Randy Newman may not have contributed a huge amount to the panoply of pop hits in terms of numbers, but has certainly done his bit in terms of quality. Newman is the songwriter’s songwriter, a master craftsman of the lyric and much more than the usual purveyor of fast-food tunes and words.
He first made his mark in the UK with Simon Smith and the Amazing Dancing Bear, a hit for Alan Price and quite an oddity in the 1967 world of psychedelia, when everyone was vying to be the coolest cat. Randy Newman was never concerned with being cool. He’s the musical equivalent of the nerd, writing about whatever he feels like in whatever style suits the lyrics. He looks more like a school chemistry teacher than a supplier of superior songs to the stars and he certainly doesn’t look like a star himself. He never did. But Price was so impressed with the nascent songwriting talent that he put no fewer than five Newman songs on the album A Price on his Head. Even the B side of Simon Smith was a Newman song: Tickle Me.
American megastars Three Dog Night brought Newman back into the UK charts with 1969’s Mama Told Me Not To Come, a nerd’s eye view of a party where everyone else is drunk and smoking dope and the narrator doesn’t know what the hell is going on.
The Newman CV includes a long solo career with limited commercial success but a core of devoted admirers, and sporadic outbreaks of hits for other people.
He’s Got The Blues, sung in part by Paul Simon, is typical, or typically different, with Newman’s character raising a cynical eyebrow at the way a smooth singer tugs on the heartstrings, while Simon’s bits demonstrate just how that is done in his sweet, effortless voice. It’s like a practical seminar at a college of popular music.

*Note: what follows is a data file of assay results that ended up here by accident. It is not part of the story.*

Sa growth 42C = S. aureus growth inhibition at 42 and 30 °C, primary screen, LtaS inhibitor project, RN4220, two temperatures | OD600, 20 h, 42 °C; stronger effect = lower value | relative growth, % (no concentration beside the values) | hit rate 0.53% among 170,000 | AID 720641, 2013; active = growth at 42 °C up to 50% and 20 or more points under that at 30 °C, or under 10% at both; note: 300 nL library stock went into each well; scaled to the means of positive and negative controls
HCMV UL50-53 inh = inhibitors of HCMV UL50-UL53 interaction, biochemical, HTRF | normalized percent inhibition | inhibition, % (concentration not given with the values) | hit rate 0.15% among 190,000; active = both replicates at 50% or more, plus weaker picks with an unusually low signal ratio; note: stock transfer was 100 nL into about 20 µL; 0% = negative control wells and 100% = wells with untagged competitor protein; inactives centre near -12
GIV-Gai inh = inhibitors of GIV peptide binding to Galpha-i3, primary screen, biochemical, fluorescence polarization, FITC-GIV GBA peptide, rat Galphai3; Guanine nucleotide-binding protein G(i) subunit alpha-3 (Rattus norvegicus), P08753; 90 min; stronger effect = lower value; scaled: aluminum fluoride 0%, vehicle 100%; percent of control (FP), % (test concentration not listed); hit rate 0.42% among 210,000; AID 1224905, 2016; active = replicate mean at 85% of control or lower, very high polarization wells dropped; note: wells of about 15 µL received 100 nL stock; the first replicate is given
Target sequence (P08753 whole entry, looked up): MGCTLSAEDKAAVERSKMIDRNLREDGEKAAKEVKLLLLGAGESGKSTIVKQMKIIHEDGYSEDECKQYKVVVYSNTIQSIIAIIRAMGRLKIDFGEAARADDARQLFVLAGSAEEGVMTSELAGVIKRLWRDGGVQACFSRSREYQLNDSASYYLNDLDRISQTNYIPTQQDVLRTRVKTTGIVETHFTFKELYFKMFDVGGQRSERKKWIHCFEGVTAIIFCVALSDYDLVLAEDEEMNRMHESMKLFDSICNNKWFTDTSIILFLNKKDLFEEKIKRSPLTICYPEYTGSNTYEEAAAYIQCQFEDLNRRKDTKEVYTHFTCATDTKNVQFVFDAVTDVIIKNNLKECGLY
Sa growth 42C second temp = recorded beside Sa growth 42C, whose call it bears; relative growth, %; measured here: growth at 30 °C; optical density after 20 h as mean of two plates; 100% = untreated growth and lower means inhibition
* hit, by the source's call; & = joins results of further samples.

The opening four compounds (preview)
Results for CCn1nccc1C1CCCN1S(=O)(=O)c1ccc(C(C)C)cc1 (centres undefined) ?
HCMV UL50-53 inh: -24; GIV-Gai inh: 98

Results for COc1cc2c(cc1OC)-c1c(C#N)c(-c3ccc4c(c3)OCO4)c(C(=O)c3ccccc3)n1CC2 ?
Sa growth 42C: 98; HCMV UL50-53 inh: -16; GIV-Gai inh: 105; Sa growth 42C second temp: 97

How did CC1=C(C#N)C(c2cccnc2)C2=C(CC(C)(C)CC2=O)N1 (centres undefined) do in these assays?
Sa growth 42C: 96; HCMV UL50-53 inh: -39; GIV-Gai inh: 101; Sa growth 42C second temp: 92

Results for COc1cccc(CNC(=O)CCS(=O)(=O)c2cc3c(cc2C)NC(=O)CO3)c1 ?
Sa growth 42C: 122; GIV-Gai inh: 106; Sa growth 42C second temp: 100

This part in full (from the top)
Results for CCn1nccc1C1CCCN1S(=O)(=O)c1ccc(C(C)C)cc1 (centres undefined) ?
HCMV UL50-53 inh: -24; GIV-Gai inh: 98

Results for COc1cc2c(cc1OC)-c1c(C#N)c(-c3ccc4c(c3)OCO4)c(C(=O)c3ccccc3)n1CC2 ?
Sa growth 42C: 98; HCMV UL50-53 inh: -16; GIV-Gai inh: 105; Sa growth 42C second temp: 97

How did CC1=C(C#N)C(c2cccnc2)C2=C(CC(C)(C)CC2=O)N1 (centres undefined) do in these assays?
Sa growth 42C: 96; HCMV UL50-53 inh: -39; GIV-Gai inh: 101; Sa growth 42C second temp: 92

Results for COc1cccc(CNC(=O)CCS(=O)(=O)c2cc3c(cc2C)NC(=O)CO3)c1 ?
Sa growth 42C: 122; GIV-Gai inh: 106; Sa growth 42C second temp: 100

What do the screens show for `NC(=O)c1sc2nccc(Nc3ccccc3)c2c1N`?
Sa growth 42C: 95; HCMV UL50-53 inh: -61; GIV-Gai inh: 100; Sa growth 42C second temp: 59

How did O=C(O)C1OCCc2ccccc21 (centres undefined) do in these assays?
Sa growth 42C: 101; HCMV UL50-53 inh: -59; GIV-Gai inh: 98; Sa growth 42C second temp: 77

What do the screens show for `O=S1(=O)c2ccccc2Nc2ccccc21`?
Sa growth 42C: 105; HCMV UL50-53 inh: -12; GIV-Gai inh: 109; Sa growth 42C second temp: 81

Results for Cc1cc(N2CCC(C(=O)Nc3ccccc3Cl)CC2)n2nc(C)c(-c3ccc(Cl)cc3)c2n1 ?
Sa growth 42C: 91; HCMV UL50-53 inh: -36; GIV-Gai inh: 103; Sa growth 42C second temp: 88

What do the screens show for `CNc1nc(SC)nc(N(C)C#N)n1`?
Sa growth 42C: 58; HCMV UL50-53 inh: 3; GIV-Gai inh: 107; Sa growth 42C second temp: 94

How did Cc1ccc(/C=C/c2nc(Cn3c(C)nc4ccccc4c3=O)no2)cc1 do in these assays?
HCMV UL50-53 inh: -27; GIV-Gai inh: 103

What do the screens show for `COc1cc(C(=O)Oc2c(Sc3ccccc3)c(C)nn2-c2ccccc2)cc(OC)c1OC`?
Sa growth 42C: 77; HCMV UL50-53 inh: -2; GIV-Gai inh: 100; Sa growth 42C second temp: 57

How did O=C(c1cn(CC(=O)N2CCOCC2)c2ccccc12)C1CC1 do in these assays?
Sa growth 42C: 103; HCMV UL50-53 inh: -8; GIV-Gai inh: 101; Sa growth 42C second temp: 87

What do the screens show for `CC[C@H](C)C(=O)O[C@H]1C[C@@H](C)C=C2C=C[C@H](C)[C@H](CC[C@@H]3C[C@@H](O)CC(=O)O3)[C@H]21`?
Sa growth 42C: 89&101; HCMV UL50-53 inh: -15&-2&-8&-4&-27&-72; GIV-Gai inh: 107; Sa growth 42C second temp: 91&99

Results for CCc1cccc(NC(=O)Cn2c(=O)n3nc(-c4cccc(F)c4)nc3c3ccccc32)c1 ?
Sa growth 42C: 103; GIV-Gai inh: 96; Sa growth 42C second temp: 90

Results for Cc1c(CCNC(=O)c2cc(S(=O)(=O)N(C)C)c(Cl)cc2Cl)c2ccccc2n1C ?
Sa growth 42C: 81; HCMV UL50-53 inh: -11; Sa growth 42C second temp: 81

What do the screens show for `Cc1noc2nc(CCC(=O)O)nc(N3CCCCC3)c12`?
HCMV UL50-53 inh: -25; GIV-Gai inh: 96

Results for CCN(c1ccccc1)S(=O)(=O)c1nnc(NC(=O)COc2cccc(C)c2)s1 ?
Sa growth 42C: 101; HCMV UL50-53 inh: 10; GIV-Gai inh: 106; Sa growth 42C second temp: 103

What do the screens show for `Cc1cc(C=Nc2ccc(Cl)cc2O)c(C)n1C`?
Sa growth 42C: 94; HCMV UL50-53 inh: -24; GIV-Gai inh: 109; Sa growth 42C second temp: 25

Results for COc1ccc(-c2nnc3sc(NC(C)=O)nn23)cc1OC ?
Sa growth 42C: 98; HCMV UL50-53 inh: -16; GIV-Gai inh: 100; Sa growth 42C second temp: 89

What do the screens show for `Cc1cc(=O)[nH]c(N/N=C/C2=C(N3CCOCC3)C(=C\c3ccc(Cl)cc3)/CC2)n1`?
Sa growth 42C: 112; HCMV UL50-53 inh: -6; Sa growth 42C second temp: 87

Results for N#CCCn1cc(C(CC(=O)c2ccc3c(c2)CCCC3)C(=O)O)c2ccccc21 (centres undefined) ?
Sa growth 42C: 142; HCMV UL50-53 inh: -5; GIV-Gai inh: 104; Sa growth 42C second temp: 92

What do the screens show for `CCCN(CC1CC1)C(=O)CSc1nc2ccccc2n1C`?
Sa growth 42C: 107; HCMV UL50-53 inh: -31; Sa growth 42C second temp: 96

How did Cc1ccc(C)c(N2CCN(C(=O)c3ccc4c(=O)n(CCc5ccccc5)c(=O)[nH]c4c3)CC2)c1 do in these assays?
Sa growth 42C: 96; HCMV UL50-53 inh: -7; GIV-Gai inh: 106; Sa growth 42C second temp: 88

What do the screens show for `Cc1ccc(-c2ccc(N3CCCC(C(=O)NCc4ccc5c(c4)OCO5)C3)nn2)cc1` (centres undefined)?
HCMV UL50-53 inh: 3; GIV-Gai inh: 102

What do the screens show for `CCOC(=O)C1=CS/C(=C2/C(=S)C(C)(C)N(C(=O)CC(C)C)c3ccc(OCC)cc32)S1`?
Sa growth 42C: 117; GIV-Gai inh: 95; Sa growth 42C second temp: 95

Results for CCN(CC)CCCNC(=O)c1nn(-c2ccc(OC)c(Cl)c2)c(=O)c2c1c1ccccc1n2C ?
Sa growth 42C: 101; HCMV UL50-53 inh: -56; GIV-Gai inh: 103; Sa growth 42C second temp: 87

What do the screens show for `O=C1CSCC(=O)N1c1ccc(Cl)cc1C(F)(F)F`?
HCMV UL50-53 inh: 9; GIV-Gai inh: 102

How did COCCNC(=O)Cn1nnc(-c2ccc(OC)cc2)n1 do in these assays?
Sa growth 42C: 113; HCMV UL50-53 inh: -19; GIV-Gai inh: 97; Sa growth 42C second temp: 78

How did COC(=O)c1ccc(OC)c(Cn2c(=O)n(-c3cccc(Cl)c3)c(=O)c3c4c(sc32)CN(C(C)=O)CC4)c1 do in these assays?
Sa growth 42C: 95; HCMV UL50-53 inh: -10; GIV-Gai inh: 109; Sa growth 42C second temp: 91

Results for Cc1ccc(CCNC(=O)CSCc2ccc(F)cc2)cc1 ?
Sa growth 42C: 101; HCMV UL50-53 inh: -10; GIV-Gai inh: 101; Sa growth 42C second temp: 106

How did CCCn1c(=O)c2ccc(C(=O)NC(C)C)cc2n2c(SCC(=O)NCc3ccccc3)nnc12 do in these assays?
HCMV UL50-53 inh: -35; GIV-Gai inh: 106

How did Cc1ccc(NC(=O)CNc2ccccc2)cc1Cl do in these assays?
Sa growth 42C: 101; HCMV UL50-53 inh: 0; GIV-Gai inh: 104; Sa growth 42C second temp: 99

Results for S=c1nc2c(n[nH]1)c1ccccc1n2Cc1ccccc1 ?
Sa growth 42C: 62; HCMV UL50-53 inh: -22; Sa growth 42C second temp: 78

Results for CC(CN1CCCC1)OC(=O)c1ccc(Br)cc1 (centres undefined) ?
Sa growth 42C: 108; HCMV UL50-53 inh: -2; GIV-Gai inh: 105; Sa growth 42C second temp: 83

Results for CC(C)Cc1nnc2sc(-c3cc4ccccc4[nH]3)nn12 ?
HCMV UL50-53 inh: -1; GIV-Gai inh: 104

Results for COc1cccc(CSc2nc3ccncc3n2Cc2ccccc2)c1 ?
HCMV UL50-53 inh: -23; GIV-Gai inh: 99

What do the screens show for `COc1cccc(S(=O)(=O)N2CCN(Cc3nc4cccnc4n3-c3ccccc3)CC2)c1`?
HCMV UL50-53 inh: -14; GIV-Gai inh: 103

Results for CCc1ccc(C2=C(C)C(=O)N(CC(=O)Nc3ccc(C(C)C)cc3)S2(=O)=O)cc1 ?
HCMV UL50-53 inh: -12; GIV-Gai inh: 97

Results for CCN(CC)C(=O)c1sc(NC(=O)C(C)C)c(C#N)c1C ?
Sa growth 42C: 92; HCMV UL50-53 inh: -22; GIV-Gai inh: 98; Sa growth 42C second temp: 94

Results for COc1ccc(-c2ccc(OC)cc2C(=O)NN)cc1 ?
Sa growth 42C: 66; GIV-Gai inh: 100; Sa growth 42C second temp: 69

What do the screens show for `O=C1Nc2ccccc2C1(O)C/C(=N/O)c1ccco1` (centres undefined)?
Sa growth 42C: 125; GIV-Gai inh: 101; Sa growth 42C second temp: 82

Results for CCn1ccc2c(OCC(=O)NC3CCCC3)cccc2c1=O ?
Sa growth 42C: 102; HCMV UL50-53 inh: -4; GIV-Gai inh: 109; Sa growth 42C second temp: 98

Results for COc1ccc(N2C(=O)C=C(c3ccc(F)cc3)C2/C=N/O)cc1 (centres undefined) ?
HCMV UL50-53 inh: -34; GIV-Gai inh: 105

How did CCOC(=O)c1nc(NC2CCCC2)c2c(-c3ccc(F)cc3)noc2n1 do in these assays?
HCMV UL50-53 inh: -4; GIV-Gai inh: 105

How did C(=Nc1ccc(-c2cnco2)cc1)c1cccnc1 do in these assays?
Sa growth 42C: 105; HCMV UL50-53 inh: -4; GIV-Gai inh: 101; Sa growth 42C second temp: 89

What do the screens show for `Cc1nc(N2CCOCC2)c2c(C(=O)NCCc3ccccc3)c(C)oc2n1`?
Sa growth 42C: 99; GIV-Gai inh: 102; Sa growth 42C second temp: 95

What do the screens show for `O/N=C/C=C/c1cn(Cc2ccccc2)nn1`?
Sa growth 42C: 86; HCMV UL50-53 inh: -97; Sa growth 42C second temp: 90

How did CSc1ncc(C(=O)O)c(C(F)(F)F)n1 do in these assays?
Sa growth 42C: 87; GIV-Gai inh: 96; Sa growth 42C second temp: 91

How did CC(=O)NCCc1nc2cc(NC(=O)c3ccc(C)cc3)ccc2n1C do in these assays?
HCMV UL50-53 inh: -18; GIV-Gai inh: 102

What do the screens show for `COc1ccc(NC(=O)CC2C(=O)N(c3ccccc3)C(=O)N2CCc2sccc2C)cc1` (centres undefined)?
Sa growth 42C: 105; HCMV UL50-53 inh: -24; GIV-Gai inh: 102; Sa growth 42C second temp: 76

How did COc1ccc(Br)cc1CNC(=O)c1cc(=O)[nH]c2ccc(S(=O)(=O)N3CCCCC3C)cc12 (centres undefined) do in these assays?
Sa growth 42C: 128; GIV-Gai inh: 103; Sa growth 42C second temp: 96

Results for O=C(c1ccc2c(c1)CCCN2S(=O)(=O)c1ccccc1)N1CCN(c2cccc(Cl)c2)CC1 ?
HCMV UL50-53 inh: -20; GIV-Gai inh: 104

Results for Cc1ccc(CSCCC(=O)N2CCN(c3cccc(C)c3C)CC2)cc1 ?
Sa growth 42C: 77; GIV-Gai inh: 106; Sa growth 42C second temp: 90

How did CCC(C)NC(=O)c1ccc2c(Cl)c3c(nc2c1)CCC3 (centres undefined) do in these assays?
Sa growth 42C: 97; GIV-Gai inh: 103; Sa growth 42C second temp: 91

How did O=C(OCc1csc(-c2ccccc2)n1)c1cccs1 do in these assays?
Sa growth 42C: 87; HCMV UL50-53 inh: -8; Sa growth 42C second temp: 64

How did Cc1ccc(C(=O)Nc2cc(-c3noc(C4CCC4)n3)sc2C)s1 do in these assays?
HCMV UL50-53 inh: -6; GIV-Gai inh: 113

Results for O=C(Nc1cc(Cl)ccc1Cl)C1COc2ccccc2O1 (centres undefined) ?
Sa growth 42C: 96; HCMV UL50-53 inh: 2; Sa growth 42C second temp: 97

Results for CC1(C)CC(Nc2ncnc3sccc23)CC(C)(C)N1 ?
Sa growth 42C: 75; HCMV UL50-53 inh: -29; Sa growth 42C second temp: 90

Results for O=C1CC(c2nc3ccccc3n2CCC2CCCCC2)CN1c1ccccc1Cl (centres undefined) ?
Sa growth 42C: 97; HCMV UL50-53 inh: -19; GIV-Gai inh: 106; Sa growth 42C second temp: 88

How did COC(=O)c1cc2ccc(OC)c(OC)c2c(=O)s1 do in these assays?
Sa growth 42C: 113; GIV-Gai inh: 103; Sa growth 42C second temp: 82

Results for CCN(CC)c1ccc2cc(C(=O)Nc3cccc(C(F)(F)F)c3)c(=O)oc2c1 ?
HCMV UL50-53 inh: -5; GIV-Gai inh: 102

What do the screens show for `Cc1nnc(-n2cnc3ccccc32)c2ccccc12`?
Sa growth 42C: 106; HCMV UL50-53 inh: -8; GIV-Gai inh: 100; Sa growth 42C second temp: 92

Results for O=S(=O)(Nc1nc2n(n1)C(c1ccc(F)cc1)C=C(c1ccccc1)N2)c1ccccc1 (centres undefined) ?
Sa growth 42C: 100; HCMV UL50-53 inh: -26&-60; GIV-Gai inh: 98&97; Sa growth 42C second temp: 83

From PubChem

This song bends this series’ rules in not being a cover version, but Paul Simon is so perfect for his part that it’s hard to imagine it wasn’t written for him, and it’s also hard to imagine a Simon completist not considering this a bona fide part of the collection.
I Think It’s Gonna Rain Today, which Newman originally recorded in 1968, has been covered by dozens of artists, from Judy Collins to Leonard Nimoy, Barbara Dickson to Barbra Streisand and Chris Farlowe to Peter Gabriel.
One that has become a standard of sorts, nor least in karaoke, is You Can Leave Your Hat On, an amusingly suggestive little number ruined, in my opinion, by such leering fools as dirty old uncle Tom Jones, who leaves no nudge unnudged and no wink unwinked. Millions of people disagree, and I hope I don’t sound prudish, but really, it’s the kind of performance that merits a slap in the face. Good for the Newman pension fund, though, and he needs it, because he signed away the rights to his early songs and doesn’t receive a penny in royalties for them.